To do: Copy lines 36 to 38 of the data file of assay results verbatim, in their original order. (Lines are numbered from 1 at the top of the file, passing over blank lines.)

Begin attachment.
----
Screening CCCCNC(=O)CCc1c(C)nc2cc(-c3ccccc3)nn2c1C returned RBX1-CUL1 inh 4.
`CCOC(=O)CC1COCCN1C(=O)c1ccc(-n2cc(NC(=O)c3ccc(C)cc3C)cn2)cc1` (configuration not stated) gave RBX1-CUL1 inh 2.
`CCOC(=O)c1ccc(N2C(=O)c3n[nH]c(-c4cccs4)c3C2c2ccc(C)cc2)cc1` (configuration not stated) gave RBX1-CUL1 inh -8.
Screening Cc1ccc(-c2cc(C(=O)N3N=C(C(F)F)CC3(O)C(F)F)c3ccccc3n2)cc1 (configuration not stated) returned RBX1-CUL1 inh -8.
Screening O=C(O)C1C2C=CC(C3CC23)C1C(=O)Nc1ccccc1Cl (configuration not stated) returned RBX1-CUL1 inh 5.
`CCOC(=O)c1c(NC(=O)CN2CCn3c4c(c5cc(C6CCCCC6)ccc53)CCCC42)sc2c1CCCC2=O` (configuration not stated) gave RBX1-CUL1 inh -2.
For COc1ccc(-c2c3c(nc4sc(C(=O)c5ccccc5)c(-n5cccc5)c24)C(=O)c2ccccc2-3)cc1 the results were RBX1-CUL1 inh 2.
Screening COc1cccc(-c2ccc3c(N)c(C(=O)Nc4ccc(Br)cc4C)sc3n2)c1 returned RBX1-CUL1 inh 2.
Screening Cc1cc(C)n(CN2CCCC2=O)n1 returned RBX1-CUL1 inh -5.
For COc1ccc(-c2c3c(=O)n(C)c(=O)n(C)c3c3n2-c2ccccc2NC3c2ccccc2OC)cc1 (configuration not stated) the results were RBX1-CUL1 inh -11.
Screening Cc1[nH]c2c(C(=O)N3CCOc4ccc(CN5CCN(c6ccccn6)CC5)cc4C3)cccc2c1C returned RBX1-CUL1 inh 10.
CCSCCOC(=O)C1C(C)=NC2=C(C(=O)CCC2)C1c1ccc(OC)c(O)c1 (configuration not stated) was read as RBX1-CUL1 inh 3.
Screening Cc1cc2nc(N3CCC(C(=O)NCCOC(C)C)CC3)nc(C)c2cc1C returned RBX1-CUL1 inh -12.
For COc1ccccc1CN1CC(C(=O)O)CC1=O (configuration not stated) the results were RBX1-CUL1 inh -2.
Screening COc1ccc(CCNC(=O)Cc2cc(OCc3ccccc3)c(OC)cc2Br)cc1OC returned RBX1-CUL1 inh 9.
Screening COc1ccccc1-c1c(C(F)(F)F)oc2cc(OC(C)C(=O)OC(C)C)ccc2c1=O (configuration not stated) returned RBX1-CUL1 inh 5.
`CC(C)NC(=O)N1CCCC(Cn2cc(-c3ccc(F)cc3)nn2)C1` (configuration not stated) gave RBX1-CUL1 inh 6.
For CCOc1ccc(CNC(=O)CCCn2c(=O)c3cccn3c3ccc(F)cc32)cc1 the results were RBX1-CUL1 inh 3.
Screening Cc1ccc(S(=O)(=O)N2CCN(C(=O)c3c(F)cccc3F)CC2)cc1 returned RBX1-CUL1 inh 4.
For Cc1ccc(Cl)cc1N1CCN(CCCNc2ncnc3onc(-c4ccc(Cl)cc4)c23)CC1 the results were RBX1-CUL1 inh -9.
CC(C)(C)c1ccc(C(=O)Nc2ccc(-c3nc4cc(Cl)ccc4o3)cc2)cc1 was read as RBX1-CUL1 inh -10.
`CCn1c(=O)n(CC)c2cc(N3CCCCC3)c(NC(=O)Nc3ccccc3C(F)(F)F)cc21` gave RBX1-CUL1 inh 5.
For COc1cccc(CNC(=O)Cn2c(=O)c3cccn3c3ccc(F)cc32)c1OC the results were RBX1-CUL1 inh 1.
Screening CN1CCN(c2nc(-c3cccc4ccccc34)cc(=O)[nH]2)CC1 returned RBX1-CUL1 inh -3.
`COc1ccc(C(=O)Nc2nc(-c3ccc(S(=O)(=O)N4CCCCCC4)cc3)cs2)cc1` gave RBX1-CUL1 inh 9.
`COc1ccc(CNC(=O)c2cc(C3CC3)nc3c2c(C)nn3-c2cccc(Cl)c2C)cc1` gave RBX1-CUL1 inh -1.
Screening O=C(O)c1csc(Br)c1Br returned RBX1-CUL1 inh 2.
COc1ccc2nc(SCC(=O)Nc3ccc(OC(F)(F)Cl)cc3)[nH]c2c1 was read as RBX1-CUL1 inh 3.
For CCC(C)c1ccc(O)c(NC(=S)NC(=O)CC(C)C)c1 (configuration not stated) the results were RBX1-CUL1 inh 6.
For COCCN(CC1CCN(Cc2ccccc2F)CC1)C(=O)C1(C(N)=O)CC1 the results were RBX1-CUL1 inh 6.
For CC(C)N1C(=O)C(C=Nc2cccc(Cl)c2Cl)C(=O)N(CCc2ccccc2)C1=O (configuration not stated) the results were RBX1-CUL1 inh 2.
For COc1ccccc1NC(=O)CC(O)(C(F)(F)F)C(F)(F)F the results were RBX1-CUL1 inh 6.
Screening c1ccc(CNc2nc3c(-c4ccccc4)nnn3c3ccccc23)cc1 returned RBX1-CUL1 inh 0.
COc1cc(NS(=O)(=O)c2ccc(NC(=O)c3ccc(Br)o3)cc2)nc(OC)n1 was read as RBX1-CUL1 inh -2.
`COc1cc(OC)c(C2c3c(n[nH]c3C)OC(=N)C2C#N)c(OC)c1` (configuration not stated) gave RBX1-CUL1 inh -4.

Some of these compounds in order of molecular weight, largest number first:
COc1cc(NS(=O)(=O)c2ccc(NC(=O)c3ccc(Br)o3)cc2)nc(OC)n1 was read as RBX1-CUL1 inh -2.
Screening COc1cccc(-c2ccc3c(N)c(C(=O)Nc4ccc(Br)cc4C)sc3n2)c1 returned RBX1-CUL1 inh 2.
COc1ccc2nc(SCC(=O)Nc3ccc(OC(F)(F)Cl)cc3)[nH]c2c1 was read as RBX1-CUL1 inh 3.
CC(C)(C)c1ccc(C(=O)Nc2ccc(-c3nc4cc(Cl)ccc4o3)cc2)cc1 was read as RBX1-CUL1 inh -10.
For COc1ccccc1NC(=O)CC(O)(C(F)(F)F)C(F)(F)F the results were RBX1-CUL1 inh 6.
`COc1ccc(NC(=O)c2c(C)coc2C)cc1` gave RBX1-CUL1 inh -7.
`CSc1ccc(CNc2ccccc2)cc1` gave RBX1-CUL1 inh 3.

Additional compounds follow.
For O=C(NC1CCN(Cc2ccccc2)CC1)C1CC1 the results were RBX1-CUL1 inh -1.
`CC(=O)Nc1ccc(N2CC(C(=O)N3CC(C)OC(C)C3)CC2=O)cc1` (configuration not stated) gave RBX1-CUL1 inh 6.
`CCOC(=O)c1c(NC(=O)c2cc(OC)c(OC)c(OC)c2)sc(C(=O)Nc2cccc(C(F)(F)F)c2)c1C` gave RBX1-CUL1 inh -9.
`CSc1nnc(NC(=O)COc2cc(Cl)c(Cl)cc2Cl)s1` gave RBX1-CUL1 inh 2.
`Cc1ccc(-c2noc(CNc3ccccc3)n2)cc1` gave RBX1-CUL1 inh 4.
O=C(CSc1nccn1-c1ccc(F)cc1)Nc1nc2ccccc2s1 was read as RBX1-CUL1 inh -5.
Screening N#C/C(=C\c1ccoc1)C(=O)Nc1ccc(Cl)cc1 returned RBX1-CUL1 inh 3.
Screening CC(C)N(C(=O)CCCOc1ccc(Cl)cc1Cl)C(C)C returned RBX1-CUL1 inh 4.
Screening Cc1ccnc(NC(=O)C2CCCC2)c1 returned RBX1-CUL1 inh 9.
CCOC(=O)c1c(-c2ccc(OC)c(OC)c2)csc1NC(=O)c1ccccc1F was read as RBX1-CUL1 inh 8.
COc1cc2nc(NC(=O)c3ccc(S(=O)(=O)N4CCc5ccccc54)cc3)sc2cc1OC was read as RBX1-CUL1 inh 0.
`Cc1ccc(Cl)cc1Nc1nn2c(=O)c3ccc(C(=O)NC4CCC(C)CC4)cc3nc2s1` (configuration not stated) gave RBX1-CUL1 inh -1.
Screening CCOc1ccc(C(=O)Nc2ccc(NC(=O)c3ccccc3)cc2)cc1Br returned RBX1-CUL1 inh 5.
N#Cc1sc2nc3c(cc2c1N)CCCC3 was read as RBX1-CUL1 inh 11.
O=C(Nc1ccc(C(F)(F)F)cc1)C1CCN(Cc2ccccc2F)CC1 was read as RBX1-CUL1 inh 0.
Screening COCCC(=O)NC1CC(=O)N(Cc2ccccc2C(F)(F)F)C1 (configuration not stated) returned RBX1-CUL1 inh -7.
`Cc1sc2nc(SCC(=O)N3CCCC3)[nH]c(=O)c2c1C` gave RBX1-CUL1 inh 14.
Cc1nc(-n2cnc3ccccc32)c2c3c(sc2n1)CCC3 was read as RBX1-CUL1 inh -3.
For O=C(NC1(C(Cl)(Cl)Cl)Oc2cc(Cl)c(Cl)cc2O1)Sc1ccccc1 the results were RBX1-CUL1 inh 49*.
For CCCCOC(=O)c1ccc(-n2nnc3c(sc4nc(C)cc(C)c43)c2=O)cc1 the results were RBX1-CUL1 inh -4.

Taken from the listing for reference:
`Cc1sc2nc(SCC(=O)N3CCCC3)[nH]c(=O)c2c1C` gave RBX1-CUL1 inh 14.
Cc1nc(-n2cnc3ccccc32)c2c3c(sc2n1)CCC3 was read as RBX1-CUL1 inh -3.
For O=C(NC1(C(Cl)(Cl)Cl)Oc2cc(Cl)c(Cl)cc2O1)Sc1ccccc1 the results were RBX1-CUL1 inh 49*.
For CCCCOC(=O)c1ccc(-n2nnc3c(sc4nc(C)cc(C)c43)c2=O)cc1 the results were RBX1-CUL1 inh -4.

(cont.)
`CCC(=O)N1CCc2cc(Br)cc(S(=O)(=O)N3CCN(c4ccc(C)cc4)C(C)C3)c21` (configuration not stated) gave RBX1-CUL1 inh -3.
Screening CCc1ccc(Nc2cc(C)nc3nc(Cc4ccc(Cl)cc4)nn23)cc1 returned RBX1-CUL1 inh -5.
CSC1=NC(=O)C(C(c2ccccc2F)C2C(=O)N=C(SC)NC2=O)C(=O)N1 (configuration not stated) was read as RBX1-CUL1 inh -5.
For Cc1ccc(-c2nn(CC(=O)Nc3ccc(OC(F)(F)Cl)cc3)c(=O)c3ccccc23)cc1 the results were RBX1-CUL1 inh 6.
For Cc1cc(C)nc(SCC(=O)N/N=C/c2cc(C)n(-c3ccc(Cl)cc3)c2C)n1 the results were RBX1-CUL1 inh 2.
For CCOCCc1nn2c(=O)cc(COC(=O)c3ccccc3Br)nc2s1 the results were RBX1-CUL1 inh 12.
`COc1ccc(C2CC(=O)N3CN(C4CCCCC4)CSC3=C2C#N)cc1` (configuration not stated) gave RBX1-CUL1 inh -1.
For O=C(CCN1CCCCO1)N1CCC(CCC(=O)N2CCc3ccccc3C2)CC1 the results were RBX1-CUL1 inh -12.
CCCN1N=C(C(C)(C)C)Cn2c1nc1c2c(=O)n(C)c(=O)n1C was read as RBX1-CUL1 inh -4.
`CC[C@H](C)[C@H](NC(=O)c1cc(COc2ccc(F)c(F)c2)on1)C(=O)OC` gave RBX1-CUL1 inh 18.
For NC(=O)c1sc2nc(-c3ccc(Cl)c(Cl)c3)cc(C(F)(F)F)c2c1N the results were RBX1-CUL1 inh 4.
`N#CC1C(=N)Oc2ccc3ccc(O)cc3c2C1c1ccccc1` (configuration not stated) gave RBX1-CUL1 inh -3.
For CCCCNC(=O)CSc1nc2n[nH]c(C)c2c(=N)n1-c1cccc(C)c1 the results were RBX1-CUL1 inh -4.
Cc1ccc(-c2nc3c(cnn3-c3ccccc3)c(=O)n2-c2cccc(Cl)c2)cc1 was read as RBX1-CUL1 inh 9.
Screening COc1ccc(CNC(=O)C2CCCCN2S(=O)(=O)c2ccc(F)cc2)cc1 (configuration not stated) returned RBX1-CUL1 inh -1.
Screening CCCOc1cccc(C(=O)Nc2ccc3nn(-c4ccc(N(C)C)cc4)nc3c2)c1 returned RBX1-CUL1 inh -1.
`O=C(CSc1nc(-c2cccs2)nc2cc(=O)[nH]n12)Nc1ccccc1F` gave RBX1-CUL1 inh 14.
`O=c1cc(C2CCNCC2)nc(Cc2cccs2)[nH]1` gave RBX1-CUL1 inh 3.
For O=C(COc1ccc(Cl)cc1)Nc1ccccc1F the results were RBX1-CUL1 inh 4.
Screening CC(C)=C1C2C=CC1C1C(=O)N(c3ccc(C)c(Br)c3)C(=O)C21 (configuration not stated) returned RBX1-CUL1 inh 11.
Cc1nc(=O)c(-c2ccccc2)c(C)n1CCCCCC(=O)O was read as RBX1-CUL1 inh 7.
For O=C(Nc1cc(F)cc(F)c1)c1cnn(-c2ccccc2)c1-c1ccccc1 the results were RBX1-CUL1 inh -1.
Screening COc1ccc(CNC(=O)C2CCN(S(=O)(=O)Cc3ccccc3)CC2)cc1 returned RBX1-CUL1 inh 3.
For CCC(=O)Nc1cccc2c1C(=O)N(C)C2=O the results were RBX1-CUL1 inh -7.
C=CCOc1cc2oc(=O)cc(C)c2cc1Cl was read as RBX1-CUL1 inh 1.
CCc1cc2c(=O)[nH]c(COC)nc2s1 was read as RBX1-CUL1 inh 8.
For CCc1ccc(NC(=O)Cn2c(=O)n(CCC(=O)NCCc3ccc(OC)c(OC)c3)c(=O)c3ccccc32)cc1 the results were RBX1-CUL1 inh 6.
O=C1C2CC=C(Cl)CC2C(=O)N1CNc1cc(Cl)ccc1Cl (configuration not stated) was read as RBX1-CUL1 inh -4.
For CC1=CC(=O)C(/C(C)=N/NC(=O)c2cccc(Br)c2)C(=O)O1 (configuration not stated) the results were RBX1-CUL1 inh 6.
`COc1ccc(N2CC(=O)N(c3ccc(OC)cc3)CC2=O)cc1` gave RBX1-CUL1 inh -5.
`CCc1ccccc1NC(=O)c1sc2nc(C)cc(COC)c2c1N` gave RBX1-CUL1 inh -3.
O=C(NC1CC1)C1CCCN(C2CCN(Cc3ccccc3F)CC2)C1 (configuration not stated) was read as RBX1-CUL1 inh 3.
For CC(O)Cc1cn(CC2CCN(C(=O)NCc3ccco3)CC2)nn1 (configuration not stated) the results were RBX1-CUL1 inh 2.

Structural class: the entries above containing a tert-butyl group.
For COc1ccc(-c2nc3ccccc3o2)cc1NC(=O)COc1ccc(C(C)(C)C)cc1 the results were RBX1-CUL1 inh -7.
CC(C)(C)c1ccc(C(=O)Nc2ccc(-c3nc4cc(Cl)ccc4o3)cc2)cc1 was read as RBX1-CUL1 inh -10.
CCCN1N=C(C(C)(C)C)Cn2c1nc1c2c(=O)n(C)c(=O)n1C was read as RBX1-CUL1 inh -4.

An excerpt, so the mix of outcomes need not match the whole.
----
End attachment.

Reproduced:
Some of these compounds in order of molecular weight, largest number first:
COc1cc(NS(=O)(=O)c2ccc(NC(=O)c3ccc(Br)o3)cc2)nc(OC)n1 was read as RBX1-CUL1 inh -2.
Screening COc1cccc(-c2ccc3c(N)c(C(=O)Nc4ccc(Br)cc4C)sc3n2)c1 returned RBX1-CUL1 inh 2.